Plenty of Americans to cheer for, just not in the top class.
When the 24 Hours of Le Mans takes the green flag on June 13, it will fall on a truly global field of racers.
If you’re a casual fan from the U.S., you might not be that familiar with some of the top runners, since, for example, there’s only one European Le Mans Series race in America each year – at Circuit of the Americas in Texas – and that’s the only chance we get to see the LMP1 cars, which are the fastest and most sophisticated in the Le Mans field.
Consequently, it’s to be expected that many of us might not be familiar with, say, Russian driver Mark Shulzhitskiy in the number 21 Nissan GT-R LM Nismo, or Austrian Dominik Kraihamer in the number 13 Rebellion R-One AER.
But in the other three classes – LMP2, LMGTE Pro and LM GTE Am – there are quite a few American drivers that U.S. sports car fans should recognize, as well as some drivers who, while not from the U.S., have spent plenty of time here.
Following is a quick checklist:
LMP2: There are three U.S.-based teams – numbers 30 and 31 are Extreme SpeedMotorsports Ligier JS P2 Ligiers, powered by Honda engines, and the number 40 Krohn Racing Ligier JS P2 with Judd power.
In the number 30 Extreme Speed car is co-owner Scott Sharp, who, like the car, is based in Florida. His teammate is Scot Ryan Dalziel, who is almost an honorary American, living in Orlando. The third driver is David Heinemeir-Hansson, from Denmark.
In the number 31 car is Ed Brown, also a Floridian, and like Sharp, a team co-owner and a top executive at Tequila Patron. You’ll remember co-driver Jon Fogarty from his long stint in the GAINSCO Prototype, where his regular teammate was Alex Gurney, son of Dan Gurney. Their third driver is Johannes van Overbeek, longtime Flying Lizard who, like Gurney, lives in California. Despite the European-sounding name, he’s born and raised in the U.S.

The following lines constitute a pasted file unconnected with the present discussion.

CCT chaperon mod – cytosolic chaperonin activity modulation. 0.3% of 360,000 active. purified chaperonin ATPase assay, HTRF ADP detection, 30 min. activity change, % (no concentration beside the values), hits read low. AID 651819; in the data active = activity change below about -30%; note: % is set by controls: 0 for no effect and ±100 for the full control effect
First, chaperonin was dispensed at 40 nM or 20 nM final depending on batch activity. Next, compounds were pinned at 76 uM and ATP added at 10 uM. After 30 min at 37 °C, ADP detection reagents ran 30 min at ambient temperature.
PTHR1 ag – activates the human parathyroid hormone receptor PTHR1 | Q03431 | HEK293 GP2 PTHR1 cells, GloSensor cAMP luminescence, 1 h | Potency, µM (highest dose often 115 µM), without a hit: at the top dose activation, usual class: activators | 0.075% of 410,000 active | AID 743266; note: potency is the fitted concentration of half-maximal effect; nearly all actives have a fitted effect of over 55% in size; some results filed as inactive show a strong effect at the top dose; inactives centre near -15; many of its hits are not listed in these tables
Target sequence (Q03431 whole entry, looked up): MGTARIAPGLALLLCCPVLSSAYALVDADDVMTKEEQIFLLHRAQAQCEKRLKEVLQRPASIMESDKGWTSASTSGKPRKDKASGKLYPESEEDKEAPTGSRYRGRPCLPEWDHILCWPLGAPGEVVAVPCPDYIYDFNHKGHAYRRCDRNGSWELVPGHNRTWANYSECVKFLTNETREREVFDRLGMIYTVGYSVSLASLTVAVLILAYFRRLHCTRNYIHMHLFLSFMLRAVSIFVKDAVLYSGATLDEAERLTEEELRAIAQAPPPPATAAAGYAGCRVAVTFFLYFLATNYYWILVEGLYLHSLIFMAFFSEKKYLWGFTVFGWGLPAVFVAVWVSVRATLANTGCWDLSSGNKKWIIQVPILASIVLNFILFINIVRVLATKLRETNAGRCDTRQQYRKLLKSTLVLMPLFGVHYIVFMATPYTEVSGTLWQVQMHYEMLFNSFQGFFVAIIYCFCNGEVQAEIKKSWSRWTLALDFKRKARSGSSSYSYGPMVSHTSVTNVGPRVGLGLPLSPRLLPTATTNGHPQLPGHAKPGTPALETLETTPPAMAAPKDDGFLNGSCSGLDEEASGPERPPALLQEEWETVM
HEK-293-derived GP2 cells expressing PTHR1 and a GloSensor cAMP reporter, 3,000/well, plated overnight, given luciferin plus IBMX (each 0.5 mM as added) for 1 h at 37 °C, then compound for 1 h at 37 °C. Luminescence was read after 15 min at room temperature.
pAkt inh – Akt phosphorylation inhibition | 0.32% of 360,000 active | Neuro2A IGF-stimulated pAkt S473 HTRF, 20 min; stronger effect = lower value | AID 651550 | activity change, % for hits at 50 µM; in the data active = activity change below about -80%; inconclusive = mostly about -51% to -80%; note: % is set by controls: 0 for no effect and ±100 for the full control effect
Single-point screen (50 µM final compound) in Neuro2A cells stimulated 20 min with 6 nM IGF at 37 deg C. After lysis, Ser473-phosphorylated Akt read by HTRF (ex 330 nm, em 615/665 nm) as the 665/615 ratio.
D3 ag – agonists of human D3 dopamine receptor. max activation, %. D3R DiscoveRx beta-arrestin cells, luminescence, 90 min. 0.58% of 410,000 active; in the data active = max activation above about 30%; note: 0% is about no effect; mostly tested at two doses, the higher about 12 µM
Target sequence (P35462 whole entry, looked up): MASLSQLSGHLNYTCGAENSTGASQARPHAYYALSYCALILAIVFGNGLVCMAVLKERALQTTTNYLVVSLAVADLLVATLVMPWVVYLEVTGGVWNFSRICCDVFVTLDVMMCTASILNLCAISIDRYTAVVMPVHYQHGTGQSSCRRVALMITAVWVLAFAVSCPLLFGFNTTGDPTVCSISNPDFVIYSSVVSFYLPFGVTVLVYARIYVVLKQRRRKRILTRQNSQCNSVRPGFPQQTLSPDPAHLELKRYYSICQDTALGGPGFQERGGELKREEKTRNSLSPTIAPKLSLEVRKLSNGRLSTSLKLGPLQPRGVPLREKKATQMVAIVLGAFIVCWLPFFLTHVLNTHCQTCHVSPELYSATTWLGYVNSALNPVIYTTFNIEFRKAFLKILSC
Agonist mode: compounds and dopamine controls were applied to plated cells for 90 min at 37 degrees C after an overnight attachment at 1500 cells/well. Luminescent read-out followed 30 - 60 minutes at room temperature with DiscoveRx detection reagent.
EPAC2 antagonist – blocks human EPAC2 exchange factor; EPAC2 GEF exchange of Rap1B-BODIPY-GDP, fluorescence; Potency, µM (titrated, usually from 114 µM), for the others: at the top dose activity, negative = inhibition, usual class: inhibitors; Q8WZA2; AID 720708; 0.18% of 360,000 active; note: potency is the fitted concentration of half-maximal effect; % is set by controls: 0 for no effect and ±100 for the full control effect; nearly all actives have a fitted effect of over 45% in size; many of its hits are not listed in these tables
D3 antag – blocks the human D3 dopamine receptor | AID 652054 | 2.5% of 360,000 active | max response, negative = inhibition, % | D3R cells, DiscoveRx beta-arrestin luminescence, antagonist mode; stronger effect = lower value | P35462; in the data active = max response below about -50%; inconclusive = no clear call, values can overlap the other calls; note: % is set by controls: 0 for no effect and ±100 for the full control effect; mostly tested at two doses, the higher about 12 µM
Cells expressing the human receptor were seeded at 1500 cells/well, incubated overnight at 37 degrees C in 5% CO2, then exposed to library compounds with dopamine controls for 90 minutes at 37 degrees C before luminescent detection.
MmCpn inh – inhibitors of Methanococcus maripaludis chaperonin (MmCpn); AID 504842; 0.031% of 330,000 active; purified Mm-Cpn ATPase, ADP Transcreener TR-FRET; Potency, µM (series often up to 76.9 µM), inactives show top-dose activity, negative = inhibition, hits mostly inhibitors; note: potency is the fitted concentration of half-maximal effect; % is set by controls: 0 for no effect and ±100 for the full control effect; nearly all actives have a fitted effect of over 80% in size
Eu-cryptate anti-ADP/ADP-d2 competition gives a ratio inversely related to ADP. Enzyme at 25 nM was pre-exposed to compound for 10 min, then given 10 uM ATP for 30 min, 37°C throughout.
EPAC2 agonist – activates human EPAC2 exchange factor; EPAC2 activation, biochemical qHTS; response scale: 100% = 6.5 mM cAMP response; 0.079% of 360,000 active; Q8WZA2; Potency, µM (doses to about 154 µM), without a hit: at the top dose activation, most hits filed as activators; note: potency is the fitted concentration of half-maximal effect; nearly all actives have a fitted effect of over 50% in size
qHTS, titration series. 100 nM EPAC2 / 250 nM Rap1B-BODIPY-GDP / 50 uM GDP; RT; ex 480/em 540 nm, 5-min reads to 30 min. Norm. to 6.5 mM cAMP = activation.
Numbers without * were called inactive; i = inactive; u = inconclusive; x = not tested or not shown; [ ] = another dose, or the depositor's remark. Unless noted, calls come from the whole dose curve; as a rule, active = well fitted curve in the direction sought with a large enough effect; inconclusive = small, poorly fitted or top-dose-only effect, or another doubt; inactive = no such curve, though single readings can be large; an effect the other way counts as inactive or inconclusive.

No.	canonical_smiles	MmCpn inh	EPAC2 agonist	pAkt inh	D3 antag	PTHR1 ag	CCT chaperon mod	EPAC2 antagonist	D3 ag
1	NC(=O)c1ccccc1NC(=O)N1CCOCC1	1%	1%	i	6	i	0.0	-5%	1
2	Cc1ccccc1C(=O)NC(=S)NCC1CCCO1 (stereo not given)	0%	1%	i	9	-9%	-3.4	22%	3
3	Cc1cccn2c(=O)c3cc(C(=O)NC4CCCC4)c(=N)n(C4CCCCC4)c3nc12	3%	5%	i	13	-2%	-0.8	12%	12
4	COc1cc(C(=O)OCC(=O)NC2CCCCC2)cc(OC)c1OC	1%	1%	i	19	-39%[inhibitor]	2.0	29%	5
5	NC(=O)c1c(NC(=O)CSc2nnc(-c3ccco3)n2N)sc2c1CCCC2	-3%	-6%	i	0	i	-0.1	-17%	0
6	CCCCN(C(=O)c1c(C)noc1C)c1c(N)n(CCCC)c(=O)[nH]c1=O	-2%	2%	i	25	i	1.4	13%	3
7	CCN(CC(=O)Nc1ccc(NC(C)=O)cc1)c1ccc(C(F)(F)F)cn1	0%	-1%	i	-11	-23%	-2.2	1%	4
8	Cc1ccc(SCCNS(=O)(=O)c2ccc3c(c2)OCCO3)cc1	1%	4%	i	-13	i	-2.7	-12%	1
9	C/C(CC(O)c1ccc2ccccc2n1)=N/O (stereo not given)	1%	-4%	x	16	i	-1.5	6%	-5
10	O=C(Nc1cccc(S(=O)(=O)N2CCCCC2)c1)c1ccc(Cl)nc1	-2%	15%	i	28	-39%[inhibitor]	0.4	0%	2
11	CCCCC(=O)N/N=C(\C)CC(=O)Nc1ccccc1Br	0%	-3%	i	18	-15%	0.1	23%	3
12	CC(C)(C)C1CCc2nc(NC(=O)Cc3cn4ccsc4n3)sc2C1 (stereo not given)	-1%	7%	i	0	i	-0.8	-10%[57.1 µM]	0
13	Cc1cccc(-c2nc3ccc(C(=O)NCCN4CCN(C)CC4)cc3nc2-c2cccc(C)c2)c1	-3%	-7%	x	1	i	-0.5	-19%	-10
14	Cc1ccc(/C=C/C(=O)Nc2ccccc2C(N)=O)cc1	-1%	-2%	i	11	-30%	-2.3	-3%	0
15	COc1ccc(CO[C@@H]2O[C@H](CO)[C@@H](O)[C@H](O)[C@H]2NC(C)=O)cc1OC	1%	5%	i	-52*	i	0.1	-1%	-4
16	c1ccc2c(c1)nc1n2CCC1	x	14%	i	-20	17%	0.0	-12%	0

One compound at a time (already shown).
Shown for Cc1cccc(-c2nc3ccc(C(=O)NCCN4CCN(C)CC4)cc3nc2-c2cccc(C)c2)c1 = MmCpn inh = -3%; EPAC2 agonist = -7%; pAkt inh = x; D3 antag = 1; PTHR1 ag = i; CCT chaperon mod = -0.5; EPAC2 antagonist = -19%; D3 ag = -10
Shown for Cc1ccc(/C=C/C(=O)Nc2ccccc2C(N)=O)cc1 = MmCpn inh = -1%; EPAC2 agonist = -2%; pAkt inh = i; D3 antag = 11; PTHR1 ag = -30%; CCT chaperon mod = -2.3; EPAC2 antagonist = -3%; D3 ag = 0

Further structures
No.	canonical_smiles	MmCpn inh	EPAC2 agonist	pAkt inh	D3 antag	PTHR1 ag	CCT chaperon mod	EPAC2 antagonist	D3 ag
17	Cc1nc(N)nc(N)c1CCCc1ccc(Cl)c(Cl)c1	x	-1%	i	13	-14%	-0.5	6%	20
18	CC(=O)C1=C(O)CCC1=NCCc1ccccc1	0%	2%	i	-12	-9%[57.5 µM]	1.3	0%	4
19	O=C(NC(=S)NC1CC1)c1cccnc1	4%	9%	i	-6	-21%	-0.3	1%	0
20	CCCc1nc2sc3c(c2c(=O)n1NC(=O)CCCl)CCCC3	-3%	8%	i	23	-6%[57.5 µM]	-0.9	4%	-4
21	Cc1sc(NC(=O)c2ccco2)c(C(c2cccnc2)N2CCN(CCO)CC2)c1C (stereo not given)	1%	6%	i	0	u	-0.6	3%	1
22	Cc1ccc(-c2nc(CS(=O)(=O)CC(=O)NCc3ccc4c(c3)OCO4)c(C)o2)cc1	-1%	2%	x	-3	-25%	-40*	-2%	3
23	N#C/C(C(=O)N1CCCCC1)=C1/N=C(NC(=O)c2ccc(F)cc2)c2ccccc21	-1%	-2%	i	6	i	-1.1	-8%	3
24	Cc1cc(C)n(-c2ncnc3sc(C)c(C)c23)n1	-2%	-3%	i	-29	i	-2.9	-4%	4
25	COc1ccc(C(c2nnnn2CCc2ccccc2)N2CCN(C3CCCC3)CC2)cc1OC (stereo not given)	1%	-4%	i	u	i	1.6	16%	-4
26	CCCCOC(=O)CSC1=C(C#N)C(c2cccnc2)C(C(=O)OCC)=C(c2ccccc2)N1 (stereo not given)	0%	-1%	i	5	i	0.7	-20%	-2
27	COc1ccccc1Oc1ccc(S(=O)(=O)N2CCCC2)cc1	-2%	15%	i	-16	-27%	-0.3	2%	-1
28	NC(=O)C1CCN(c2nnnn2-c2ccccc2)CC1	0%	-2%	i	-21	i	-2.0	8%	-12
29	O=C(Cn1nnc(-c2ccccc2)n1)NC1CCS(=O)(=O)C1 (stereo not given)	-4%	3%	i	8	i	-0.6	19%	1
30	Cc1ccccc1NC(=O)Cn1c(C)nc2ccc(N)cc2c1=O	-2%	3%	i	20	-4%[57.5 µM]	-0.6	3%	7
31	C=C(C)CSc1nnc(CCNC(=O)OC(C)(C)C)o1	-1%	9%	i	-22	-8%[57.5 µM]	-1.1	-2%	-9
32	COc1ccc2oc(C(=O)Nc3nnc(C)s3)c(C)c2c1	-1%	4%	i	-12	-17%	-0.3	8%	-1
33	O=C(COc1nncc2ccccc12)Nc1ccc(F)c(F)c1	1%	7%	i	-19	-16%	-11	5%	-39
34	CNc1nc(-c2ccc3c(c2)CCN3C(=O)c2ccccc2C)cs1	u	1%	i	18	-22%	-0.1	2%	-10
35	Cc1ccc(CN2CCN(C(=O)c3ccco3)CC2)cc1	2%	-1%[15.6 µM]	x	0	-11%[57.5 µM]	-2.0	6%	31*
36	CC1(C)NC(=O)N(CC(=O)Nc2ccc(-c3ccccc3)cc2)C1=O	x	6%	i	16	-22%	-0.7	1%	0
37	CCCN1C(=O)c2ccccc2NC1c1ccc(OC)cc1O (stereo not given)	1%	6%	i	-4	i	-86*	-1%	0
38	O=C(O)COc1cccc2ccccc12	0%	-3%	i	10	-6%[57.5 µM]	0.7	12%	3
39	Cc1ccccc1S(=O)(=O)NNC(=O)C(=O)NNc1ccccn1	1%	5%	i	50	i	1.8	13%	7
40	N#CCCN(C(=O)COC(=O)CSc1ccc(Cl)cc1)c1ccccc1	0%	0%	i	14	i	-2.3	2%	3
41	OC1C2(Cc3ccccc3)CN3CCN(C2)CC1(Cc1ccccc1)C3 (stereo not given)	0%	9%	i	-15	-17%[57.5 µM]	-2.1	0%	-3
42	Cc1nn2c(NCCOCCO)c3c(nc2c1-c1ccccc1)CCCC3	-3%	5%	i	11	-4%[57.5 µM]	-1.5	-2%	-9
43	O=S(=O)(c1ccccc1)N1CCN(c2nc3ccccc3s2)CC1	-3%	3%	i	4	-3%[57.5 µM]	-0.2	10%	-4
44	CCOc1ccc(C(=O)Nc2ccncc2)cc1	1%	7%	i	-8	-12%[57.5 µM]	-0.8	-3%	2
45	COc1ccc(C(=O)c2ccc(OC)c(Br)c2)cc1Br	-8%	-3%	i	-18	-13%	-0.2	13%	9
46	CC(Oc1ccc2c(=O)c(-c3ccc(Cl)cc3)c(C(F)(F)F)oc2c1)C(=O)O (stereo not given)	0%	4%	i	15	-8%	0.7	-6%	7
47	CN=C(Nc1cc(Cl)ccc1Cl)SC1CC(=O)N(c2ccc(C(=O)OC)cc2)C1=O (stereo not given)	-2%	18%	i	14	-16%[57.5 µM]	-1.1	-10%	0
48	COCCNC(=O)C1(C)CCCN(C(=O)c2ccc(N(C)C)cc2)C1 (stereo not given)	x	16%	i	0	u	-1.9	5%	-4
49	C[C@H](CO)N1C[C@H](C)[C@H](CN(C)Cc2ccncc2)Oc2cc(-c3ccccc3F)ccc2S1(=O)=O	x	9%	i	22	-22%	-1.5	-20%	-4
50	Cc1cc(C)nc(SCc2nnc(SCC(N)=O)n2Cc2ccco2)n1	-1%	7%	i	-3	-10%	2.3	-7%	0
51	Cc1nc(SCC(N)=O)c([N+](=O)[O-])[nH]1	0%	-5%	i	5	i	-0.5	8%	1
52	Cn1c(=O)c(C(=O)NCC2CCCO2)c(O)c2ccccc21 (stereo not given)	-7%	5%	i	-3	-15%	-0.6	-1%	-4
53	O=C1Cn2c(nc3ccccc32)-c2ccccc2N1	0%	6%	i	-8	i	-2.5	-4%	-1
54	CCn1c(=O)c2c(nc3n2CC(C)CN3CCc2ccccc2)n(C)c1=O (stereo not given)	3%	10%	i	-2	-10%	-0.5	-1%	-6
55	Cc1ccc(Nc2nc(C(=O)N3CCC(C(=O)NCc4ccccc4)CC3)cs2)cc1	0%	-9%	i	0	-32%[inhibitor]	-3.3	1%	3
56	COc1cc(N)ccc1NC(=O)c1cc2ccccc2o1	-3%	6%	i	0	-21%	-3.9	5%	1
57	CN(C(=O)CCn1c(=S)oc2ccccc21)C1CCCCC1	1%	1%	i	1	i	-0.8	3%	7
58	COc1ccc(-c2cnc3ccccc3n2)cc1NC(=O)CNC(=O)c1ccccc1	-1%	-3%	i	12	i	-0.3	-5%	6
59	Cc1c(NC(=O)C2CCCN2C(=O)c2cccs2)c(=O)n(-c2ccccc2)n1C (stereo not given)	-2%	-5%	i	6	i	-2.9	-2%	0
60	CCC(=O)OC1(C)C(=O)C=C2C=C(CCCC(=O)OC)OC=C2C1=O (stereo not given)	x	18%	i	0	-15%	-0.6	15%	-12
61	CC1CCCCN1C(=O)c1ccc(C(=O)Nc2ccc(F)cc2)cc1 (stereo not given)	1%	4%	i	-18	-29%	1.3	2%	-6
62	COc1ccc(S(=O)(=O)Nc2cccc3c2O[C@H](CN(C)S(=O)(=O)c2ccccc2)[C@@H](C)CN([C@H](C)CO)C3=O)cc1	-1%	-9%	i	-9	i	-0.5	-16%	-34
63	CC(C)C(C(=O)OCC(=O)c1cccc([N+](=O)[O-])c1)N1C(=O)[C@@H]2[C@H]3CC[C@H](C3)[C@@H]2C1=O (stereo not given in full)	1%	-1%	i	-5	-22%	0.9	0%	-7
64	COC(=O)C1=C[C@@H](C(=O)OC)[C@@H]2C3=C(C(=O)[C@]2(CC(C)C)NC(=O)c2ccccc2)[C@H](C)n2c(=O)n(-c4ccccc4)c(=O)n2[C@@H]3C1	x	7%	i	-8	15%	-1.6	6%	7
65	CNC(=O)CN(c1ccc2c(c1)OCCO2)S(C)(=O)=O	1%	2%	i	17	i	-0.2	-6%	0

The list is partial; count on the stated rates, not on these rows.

In the number 40, team owner Tracy Krohn is a Texas oilman. Teammate Nic Jonsson is Swedish, and Joao Barbosa is from Portugal, but as a regular in the Action Express Prototype in the TUDOR United SportsCar Championship, he’s well known to U.S. fans.
The number 29 Pegasus Racing Morgan-Nissan has David Cheng back; though born in Bejing, China, he holds a dual citizenship. He shares the car with Ho-Pin Tung (Dutch-Chinese) and Leo Roussel of France.
Finally, financier Mark Patterson, driver of the number 48 Murphy Oreca 03R with Nissan power, is listed as a U.S. citizen, and he is – but the New York resident was born in South Africa. Before deciding to race overseas, he spent plenty of time racing in the U.S., mostly in the Grand-Am series.
LM GTE Pro: By far the two best-known U.S. teams in any class are the numbers 63 and 64 factory-backed Corvette Racing C7.Rs. The 63 has Jan Magnussen (Denmark), Antonio Garcia (Spain) and Ryan Briscoe (Australia), while the 64 car has Olivier Gavin (Great Britain), and Americans Tommy Milner and Jordan Taylor, a TUDOR Championship regular in the family Wayne Taylor Racing Corvette DP with brother Ricky, where they are third in points.
None of the Ferraris, Porsches or Aston Martins have any American drivers.
LM GTE Am: Two teams are flying the American flag: Number 53, the Riley Motorsport-TI Auto SRT Viper GTS-R, and the number 62 Scuderia Corse Ferrari 458 Italia.
The Viper has team principal Ben Keating, the Texas auto dealer, and Marc Miller, a Continental Tire Challenge regular, joining Dutch driver Jeroen Bleekemolen.
And in the Ferrari, it’s an all-American lineup, with Bill Sweedler and Jeff Segal joining Townsend Bell, who can expect a busy month, racing in the Indianapolis 500 and the Detroit Grand Prix with Sweedler in their TUDOR Championship GT Daytona Ferrari, where they are second in points.
The number 61 AF Corse Ferrari 458 Italia has American Peter Ashley Mann in the cockpit, but he has done the majority of his racing overseas. His two co-drivers are Italian.
Though the number 77 Dempsey-Proton Porsche 911 RSR is a German entry, two of its drivers are American: Actor Patrick Dempsey, and Porsche stalwart Patrick Long, co-driving with Marco Seefriend of Germany.
And finally, the number 66 JMW Motorsports Ferrari 458 Italia is a truly international car – it’s a British entry, with Saudi driver Abdulaziz Turki Alfaisal, Polish driver Jakub GierMaziak, and Californian Michael Avenatti, who has raced in the TUDOR Championship GTD class.
At this writing there are five reserve cars on the official entry list, and none of the drivers named in those cars are American.